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Setting up a video interview on the fly – celebrity interview 2 minute drill



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In football, the term “Two-minute drill” is used to define the strategy in which a team uses to score quickly and efficiently. You have a finite amount of time to score and only one chance to do it. In video, we’re often presented with a similar situation: You have an impromptu interview with a celebrity and only a short period of time to set up before they show up (hopefully, more than 2 minutes). How do you execute?

Here are a few things to keep in mind:

  1. Back to Basics – Stick with what you know. Three point lighting is your friend. Check focus early and often. Keep a consistent and level eye line. This is not the time to experiment. Give yourself as much depth as you can between your subject and background and keep your composition clean.
  2. Know your surroundings – You’re interviewing a U.S. Senator and you’re going to be on Capitol Hill. Security is going to be tight. The last thing you want is to waste those precious minutes of set-up time checking in a boat load of gear through a security gate. Travel light to keep things simple. Small, one-panel LED lights are a good substitute when you’re on the go!
  3. Think on your feet – Last minute shoots lead to last minute decisions. Advanced planning is always preferable but sometimes you have to improvise. This ties in with knowing your surroundings. Understanding your environment can help you plan for certain contingencies.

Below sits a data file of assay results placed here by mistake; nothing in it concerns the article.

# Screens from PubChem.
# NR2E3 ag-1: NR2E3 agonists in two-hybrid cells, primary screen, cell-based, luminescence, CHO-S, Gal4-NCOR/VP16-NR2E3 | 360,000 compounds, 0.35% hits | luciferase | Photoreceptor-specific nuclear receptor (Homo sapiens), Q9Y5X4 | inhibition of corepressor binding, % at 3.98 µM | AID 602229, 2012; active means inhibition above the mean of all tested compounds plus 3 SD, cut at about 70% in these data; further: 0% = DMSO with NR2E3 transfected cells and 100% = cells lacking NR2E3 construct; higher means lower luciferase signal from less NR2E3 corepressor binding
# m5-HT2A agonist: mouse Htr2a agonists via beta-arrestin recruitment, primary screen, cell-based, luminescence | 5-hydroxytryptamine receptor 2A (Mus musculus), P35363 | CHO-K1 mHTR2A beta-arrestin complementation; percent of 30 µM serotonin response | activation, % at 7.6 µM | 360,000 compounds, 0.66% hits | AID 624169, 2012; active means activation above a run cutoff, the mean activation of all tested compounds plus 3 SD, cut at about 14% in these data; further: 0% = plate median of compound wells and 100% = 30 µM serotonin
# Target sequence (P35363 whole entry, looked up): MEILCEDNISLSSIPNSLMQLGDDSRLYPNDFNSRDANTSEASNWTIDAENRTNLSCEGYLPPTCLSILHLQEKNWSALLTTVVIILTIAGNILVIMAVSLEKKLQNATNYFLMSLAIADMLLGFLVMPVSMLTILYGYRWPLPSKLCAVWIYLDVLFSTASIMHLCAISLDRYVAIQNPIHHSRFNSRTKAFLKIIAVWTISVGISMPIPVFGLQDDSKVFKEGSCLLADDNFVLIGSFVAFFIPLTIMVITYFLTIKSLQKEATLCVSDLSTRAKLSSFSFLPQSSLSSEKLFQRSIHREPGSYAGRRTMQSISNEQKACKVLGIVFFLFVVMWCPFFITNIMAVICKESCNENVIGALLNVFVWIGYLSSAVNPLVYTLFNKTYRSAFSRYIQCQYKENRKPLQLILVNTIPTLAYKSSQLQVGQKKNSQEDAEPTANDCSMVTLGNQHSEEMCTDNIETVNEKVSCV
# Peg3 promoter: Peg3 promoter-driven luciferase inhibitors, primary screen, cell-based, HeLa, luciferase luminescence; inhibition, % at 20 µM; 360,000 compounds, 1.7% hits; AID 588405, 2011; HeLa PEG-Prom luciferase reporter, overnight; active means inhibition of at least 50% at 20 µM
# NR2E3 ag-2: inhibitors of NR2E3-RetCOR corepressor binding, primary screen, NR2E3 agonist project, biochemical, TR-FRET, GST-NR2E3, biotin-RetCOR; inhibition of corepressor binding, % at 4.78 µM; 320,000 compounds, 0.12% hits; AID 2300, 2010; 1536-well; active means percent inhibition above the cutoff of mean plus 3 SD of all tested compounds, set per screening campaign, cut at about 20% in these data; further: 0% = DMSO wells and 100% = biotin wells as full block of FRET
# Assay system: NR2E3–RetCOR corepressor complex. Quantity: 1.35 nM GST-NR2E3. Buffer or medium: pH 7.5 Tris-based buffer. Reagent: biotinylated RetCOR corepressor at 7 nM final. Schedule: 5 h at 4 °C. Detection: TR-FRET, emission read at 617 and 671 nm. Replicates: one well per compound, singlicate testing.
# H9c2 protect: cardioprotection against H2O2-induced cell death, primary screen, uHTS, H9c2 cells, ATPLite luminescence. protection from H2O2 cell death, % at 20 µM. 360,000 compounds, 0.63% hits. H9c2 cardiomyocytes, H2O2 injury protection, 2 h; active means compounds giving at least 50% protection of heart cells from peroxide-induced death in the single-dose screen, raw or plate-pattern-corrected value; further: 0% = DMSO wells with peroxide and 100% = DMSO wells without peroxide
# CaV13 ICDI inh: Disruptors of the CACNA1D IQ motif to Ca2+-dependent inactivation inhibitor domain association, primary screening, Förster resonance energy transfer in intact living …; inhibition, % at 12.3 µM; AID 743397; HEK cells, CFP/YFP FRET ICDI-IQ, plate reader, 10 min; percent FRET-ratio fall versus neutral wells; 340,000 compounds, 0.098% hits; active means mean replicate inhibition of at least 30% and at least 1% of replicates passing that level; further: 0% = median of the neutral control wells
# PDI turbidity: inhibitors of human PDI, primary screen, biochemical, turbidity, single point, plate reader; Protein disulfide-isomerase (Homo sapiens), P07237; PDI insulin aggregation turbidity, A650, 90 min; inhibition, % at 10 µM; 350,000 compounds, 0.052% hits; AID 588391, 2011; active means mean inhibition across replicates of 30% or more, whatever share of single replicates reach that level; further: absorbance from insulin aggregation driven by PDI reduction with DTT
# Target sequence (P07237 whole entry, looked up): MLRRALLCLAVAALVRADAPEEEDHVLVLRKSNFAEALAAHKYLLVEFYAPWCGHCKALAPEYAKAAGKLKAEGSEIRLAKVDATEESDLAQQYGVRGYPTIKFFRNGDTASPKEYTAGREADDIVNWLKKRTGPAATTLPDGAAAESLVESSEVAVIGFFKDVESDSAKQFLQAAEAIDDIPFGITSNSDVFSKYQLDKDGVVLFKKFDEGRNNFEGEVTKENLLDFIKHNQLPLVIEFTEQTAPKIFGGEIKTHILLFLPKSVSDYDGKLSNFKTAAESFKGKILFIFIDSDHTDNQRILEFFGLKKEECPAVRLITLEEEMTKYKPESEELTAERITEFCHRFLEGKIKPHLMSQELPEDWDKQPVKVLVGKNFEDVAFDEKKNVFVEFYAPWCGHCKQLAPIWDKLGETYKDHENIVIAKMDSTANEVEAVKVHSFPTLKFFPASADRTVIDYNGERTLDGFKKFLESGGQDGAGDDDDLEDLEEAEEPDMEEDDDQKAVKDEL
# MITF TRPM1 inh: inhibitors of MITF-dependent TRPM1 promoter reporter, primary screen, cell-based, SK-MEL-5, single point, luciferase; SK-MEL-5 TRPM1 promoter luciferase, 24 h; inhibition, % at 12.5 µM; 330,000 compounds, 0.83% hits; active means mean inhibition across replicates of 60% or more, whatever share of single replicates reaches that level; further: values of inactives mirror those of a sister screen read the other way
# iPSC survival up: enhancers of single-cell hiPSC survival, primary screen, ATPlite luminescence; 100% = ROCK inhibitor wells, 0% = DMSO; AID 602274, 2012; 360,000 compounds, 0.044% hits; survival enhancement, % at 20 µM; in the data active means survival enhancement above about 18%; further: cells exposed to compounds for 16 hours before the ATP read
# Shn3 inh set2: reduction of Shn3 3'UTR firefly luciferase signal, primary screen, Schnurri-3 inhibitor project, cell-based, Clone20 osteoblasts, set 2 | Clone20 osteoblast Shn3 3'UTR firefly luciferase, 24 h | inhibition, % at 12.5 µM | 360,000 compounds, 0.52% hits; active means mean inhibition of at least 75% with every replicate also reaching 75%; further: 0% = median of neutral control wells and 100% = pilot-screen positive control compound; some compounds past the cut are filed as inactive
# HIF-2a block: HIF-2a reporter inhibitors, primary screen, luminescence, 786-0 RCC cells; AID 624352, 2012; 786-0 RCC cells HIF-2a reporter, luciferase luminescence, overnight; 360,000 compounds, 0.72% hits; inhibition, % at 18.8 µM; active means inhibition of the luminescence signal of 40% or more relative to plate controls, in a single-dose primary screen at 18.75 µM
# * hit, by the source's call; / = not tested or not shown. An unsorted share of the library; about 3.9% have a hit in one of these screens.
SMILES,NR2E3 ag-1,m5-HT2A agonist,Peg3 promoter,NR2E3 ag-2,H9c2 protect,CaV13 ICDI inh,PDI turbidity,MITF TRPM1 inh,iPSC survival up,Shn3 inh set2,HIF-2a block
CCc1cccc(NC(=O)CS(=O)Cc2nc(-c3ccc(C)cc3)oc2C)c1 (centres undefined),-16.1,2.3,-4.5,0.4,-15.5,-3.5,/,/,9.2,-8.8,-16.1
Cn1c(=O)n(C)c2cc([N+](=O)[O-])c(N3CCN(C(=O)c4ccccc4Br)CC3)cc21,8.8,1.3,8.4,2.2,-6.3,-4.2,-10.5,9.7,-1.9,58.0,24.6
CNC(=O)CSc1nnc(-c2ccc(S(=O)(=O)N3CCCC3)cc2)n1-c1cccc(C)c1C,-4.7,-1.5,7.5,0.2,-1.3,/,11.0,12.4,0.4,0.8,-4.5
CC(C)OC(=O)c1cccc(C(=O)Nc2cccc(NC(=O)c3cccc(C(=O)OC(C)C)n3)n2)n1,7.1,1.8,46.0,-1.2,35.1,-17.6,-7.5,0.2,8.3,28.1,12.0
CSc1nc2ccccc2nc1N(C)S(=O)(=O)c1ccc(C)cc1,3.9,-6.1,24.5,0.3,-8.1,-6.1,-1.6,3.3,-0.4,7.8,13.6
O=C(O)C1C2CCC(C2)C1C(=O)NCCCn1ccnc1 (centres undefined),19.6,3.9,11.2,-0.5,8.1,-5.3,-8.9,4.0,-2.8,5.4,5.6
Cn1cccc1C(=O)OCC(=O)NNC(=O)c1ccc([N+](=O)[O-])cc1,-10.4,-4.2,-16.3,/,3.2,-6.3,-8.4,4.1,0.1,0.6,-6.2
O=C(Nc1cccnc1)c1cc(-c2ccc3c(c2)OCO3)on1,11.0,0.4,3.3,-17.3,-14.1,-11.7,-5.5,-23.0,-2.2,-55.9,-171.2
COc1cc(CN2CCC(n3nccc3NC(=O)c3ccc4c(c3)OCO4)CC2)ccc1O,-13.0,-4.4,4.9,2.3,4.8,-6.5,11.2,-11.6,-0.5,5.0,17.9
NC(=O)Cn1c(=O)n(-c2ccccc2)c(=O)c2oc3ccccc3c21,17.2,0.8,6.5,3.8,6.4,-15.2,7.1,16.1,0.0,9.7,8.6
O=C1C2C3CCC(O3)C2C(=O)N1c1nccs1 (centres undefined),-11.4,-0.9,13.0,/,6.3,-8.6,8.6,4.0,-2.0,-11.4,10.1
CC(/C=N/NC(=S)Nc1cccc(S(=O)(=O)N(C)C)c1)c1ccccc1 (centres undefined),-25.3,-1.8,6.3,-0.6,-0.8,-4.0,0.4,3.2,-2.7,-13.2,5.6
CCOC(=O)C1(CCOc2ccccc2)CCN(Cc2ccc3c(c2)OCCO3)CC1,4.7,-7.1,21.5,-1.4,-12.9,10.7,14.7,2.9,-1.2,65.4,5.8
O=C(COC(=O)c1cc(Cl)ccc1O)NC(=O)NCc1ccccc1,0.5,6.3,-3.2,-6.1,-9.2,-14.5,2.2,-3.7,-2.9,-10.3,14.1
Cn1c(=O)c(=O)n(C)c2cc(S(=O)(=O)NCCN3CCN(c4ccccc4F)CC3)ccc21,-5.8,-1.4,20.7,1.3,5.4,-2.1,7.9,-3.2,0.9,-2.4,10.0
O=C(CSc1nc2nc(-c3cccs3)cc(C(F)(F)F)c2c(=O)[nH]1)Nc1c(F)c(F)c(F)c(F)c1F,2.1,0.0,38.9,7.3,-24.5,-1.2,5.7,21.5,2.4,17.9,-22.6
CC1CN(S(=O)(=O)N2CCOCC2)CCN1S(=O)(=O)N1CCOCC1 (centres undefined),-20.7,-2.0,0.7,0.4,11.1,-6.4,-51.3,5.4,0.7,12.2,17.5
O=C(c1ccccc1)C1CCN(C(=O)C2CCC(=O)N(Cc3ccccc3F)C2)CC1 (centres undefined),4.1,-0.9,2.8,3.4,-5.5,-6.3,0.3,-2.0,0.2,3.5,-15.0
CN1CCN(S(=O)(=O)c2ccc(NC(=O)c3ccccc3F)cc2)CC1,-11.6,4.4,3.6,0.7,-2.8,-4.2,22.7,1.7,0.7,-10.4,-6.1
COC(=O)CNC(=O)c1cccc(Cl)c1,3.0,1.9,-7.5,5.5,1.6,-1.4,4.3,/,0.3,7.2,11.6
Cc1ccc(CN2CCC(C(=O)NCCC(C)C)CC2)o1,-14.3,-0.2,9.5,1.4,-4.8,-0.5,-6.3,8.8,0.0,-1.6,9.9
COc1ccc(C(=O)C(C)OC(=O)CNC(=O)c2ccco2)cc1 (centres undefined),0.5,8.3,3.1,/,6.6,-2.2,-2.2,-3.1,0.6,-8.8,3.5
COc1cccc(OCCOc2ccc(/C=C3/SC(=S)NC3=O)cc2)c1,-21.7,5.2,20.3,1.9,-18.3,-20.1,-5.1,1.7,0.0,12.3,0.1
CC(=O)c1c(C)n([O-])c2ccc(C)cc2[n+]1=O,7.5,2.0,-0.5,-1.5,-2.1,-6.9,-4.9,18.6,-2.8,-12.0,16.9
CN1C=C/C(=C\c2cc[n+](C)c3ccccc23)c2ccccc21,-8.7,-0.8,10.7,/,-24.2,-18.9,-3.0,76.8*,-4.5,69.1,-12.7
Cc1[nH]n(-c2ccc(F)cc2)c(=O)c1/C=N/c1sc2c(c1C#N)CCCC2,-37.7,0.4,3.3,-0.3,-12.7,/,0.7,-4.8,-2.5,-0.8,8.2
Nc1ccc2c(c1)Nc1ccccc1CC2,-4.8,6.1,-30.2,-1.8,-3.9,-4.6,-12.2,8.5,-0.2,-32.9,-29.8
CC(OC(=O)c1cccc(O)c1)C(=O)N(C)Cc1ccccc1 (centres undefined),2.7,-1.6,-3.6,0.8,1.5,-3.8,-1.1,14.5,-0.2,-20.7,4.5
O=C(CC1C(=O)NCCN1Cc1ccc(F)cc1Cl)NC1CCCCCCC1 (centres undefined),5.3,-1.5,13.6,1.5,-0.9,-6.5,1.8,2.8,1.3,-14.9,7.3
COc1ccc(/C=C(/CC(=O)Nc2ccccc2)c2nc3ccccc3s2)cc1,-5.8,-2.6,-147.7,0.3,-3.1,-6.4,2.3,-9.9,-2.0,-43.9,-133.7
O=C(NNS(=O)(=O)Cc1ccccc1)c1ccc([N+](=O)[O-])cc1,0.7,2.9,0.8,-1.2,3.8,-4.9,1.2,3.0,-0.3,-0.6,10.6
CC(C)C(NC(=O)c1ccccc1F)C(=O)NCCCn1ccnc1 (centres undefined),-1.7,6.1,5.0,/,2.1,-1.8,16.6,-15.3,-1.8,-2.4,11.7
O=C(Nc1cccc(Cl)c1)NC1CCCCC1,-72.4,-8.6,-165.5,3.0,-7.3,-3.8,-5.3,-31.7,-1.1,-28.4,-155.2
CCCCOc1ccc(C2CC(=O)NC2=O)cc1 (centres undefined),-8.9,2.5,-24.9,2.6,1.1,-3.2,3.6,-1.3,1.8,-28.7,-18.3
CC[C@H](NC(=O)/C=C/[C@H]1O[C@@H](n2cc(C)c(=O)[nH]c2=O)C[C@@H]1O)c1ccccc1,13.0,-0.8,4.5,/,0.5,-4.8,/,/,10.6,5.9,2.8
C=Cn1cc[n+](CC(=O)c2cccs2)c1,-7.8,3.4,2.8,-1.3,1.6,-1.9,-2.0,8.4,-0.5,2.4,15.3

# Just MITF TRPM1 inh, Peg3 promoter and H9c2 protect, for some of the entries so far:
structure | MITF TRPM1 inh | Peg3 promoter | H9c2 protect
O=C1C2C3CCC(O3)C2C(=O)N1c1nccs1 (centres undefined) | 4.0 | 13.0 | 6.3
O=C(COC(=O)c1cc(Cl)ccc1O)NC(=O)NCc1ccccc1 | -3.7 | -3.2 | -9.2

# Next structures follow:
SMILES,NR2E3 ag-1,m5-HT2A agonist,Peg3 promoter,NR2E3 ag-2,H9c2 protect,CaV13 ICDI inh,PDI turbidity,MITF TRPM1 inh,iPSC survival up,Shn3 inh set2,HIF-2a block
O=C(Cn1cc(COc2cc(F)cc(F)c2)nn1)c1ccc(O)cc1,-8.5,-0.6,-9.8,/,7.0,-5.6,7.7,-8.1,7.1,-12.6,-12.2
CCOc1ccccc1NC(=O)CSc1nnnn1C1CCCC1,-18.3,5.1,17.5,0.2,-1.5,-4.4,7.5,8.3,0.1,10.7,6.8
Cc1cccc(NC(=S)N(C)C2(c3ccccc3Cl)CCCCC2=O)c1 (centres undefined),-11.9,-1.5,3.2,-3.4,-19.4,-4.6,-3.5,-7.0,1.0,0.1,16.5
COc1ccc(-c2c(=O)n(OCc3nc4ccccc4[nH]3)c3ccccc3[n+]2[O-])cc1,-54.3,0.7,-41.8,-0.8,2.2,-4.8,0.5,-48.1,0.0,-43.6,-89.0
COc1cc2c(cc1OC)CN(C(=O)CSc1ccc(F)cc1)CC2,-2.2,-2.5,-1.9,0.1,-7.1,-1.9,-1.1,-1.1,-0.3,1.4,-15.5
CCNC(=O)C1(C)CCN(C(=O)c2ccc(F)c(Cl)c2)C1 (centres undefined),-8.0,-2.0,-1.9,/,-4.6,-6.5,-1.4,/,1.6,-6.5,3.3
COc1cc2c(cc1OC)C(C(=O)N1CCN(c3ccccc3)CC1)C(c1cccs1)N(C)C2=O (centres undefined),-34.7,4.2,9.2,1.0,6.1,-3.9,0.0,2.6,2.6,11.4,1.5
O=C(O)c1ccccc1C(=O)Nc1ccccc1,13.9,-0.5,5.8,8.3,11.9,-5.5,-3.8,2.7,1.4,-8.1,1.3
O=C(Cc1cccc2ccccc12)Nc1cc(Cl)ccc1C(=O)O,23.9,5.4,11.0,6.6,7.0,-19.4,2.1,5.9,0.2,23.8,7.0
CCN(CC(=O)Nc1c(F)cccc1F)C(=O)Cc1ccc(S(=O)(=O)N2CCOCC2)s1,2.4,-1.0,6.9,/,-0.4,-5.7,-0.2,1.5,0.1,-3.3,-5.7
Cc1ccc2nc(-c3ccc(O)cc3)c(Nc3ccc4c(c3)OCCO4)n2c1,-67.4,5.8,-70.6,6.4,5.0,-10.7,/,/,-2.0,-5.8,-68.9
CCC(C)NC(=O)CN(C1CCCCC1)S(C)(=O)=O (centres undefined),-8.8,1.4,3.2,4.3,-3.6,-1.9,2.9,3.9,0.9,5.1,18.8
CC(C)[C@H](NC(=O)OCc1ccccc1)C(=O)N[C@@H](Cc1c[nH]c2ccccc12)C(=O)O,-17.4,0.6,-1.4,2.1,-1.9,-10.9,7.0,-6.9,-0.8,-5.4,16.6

4. Ask the right questions – You might have, at most, fifteen minutes to get the content you need before Beyonce needs to bounce. So make sure the questions you ask will elicit the right responses without making them seem biased. Keep your questions short and concise and you’ll get a concise response. Also, have your questions accessible. Storing them on your smartphone or iPad will help you stay organized AND is environmentally friendly.
  5. They’ve done this before – Hopefully, you have too, otherwise you wouldn’t be in this position. Your star knows what it takes to make them look good on camera. They might even understand a thing or two about lighting and sound. Don’t be surprised if they prefer to favor their good side on camera or wear their mic a certain way, or even mic themselves (I’ve had that happen). Get everything set but be flexible so you can make changes if you get thrown a curveball.
  6. You’re a professional – Act like one! Don’t get starstruck and ask them for their autograph, not even if it’s “for your mother”. You’re there to do a job. If you’re overcome with awe then you’re not focused and you’re going to make mistakes. A great shoot will impress your clients and likely lead to other opportunities to work with a popular figure.

The bottom line is, regardless of who you’re working with, you should always strive to do your best. In crunch time, though, it’s nice to know how to drive it home for a win.

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